PRINCETON, NJ -- Supplying Detroit automakers with more taxpayer dollars to ward off bankruptcy doesn't fly with most Americans, 72% of whom say Congress should not authorize the additional $21 billion in emergency loans that General Motors and Chrysler are now requesting. Only 25% say Congress should provide the money.
President Barack Obama intimated in his speech before Congress Tuesday night that he, himself, does not want to reward the auto companies for their past poor performance. However, it is hard to find a constituency within the American public that might agree with his simultaneous commitment to help them anyway. The highest levels of support for granting the auto industry a second round of loans are found among self-described liberals (35%) and Democrats (33%).
Even in the Midwest -- the geographic hub of the U.S. auto industry -- only 28% of Americans think the federal government should make the loans.
Support for government aid to U.S. automakers is a bit higher when Americans are asked about it more generally, and in the context of four other economic rescue-oriented proposals. But even on this basis, only 41% of Americans favor "giving aid to U.S. automakers who are in danger of going bankrupt"; 58% are opposed.
Bailing out the auto industry ranks low on the list of economic measures tested in the Feb. 20-22 USA Today/Gallup poll -- about tied for last with giving aid to failing U.S. banks and other financial companies (39%). By comparison, Americans are much more amenable to government aid for homeowners in danger of losing their homes (64% in favor), and to aid to strapped state governments (67%).
Public Split Over U.S. Auto Survival
The Feb. 20-22 poll also asked Americans about the likelihood the U.S. car companies will remain in business. Currently, a bare majority of Americans -- 51% -- believe all of the Big Three U.S. auto companies will find a way to survive, while 47% predict one or more of them will go out of business.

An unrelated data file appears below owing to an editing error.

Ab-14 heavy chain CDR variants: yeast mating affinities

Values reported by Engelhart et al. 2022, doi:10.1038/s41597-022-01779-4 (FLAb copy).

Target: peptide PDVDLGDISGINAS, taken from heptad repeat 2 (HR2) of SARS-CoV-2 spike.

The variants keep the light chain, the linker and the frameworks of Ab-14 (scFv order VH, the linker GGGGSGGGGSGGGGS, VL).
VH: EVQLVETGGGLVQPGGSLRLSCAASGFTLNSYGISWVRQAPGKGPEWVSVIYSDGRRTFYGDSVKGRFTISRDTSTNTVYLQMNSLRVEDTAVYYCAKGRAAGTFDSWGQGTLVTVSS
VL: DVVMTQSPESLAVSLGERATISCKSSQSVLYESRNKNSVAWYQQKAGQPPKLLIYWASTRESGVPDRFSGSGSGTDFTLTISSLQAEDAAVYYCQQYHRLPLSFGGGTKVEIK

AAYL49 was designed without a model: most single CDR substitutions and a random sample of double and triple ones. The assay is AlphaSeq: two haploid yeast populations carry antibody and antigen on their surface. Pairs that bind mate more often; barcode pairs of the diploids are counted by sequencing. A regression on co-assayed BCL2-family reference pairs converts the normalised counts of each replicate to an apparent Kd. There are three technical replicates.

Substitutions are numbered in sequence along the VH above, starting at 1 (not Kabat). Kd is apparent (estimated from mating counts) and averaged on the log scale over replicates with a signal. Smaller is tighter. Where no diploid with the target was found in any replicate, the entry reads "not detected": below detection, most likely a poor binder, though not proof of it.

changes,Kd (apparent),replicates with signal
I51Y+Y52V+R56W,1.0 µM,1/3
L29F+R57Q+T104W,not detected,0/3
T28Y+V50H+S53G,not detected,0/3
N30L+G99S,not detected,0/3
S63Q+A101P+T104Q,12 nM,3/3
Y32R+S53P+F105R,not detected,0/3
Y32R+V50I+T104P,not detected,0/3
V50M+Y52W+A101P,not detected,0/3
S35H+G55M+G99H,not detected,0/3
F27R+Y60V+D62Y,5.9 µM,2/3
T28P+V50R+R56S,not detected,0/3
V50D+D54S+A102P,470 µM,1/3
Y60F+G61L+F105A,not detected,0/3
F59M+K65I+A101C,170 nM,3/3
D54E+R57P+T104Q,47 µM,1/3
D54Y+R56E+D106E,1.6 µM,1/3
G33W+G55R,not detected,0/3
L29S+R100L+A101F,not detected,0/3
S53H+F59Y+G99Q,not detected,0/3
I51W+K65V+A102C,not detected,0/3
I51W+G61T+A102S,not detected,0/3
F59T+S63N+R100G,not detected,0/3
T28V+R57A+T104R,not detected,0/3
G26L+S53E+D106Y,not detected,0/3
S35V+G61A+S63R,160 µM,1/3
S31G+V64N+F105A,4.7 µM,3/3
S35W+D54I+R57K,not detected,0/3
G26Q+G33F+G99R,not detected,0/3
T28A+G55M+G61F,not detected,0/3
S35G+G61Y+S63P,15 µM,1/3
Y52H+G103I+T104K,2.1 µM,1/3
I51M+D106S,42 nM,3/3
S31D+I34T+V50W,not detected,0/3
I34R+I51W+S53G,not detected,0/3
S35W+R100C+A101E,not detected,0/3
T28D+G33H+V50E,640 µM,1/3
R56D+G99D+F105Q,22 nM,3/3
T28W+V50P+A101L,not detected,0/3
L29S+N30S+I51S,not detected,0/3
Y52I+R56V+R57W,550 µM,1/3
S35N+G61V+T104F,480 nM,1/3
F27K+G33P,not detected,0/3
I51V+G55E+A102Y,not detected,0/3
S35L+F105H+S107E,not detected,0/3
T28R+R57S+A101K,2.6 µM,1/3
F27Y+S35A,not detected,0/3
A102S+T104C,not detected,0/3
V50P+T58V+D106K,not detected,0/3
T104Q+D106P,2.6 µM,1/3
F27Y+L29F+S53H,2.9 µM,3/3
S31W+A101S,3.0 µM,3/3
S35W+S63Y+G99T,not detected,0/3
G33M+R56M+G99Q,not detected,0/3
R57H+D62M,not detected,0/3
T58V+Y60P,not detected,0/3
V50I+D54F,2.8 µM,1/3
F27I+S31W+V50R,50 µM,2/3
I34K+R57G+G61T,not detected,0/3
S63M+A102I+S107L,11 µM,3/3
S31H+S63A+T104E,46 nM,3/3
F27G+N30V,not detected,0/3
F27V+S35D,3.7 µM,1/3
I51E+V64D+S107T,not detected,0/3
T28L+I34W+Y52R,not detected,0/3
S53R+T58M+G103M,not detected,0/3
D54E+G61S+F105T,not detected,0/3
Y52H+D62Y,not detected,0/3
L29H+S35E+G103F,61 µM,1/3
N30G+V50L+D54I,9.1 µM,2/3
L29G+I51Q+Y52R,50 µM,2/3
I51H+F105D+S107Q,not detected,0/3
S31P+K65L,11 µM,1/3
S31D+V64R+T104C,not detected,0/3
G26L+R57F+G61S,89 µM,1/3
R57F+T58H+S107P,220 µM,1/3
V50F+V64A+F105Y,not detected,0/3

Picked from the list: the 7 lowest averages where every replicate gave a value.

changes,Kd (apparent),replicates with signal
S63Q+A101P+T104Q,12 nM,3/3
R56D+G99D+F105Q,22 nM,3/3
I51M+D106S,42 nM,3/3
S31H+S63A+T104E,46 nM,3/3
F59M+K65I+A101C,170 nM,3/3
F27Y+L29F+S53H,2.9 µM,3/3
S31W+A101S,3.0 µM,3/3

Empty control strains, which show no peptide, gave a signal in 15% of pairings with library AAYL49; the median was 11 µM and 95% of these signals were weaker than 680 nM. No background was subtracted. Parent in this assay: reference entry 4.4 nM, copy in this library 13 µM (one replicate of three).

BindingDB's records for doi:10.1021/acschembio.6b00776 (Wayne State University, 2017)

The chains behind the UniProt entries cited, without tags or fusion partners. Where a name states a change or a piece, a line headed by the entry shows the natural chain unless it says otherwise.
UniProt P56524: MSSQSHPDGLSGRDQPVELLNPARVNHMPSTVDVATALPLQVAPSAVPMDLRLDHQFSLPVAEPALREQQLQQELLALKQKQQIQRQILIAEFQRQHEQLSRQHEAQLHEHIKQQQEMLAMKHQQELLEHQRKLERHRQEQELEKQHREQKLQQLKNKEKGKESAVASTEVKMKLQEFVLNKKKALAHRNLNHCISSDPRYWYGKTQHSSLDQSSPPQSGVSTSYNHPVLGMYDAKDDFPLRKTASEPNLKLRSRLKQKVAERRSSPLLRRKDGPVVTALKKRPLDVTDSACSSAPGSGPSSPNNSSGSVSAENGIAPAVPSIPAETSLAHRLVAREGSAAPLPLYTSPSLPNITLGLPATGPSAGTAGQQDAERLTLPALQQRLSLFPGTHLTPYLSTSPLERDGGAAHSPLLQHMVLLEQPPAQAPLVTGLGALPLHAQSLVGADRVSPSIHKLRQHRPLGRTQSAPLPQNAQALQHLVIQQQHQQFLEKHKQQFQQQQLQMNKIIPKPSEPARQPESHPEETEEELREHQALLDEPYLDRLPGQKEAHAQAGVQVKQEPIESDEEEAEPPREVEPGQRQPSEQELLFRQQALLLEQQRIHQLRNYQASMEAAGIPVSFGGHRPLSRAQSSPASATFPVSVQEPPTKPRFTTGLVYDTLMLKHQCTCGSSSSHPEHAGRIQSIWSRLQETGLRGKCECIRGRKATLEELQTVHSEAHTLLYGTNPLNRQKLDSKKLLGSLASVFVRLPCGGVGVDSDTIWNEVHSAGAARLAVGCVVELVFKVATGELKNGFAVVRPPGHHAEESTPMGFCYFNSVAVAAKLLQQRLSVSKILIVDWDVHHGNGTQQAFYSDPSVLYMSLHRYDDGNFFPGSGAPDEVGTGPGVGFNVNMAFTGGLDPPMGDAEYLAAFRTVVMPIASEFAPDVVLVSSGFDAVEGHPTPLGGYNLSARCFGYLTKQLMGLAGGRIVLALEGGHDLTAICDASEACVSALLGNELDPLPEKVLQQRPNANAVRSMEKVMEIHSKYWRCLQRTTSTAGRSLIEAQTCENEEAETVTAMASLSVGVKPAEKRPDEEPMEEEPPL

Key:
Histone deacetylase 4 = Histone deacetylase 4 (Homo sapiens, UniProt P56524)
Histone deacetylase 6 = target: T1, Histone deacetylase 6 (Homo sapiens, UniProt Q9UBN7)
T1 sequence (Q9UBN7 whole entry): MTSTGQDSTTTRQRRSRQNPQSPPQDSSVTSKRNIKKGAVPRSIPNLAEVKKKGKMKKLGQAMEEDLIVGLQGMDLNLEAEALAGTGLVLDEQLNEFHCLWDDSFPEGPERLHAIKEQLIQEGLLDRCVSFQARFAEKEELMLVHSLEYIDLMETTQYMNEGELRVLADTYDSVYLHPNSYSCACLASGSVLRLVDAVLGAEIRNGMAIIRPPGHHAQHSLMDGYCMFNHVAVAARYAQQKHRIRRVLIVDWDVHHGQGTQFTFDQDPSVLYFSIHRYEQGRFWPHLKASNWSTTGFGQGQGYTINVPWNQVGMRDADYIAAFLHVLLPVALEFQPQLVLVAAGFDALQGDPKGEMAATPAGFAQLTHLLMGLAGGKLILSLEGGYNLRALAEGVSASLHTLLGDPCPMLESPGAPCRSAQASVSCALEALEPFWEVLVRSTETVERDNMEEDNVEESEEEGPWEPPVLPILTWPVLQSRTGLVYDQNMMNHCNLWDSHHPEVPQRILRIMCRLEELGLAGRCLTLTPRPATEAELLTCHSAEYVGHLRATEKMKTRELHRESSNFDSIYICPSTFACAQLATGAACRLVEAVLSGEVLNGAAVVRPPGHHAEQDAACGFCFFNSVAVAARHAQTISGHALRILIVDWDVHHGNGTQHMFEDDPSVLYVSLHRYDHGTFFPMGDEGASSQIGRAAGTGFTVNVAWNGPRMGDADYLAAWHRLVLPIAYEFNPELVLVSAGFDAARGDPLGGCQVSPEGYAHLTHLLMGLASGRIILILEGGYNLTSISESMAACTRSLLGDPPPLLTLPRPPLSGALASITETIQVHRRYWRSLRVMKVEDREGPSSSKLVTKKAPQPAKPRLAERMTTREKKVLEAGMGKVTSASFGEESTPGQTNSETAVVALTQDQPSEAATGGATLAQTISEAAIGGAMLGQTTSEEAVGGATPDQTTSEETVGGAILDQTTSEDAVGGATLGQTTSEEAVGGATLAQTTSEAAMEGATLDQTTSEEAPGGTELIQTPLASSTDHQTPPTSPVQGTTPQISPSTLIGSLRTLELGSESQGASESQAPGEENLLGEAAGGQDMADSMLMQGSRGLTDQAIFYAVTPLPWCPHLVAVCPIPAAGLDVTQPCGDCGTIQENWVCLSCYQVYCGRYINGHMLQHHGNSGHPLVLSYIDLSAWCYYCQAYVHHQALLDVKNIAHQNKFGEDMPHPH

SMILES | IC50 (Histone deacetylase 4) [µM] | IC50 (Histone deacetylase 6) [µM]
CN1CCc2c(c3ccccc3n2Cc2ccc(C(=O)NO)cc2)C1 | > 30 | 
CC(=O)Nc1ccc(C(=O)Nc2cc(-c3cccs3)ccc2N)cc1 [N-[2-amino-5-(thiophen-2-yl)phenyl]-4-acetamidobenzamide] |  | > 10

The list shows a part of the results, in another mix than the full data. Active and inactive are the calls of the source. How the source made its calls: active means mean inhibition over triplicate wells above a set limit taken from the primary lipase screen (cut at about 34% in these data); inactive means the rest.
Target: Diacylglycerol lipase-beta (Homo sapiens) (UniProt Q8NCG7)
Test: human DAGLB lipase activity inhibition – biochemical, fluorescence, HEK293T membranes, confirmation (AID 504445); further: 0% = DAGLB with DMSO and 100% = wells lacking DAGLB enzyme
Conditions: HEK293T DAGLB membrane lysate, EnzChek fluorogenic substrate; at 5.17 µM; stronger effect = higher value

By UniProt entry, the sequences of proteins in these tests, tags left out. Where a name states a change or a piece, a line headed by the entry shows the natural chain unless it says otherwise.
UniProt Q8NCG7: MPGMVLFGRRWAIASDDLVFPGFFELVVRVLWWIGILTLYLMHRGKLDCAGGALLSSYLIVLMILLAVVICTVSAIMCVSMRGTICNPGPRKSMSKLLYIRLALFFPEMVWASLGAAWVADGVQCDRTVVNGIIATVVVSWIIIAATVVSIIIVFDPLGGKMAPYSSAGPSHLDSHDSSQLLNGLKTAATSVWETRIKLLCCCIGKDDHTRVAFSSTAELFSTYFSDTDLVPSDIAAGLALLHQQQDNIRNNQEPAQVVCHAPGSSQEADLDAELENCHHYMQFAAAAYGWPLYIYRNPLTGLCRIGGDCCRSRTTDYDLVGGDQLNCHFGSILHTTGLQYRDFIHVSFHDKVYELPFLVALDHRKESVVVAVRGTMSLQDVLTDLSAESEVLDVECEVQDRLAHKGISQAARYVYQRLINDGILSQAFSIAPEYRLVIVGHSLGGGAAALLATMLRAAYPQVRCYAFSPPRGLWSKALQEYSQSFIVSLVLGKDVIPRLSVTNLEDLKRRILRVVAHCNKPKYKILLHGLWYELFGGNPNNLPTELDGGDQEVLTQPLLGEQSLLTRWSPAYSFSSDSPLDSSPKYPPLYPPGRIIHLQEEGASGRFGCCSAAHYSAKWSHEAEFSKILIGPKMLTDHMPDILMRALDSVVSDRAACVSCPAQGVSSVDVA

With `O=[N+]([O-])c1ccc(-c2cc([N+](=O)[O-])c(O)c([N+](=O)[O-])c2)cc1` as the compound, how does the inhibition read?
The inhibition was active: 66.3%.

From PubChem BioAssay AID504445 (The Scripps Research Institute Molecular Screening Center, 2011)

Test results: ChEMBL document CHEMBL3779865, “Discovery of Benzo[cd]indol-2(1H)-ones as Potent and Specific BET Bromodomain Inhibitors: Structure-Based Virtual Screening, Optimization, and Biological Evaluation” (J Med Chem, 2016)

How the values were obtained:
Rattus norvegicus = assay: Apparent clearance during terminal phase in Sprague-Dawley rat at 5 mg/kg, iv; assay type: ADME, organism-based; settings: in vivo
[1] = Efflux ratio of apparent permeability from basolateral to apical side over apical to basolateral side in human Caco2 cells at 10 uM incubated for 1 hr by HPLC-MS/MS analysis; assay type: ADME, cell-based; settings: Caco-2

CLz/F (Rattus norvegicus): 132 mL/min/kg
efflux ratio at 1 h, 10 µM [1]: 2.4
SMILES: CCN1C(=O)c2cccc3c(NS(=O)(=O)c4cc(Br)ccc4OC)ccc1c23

This prognosis is worse than in mid-December, when 57% of Americans thought all three companies would survive.
How important these perceptions are to public support for the auto industry is at best unclear. Seven in 10 Americans who think all three companies will survive oppose a second round of emergency loans, as do 74% of those who predict one or more of them will likely go out of business.
Whether it's because of their badly reviewed testimony before Congress last year, their perceived mismanagement of their companies, or because of bailout fatigue, more generally, the U.S. auto executives' latest plea for taxpayer help is being met with little sympathy. Only 41% of Americans are generally in favor of providing aid to the auto industry to keep it out of bankruptcy. And that support drops to 25% when Americans are asked specifically whether the companies should now receive $21 billion in loans -- in addition to the billions already provided last year.
Results are based on telephone interviews with 1,013 national adults, aged 18 and older, conducted Feb. 20-22, 2009. For results based on the total sample of national adults, one can say with 95% confidence that the maximum margin of sampling error is ±3 percentage points.
Interviews are conducted with respondents on land-line telephones (for respondents with a land-line telephone) and cellular phones (for respondents who are cell-phone only).
In addition to sampling error, question wording and practical difficulties in conducting surveys can introduce error or bias into the findings of public opinion polls.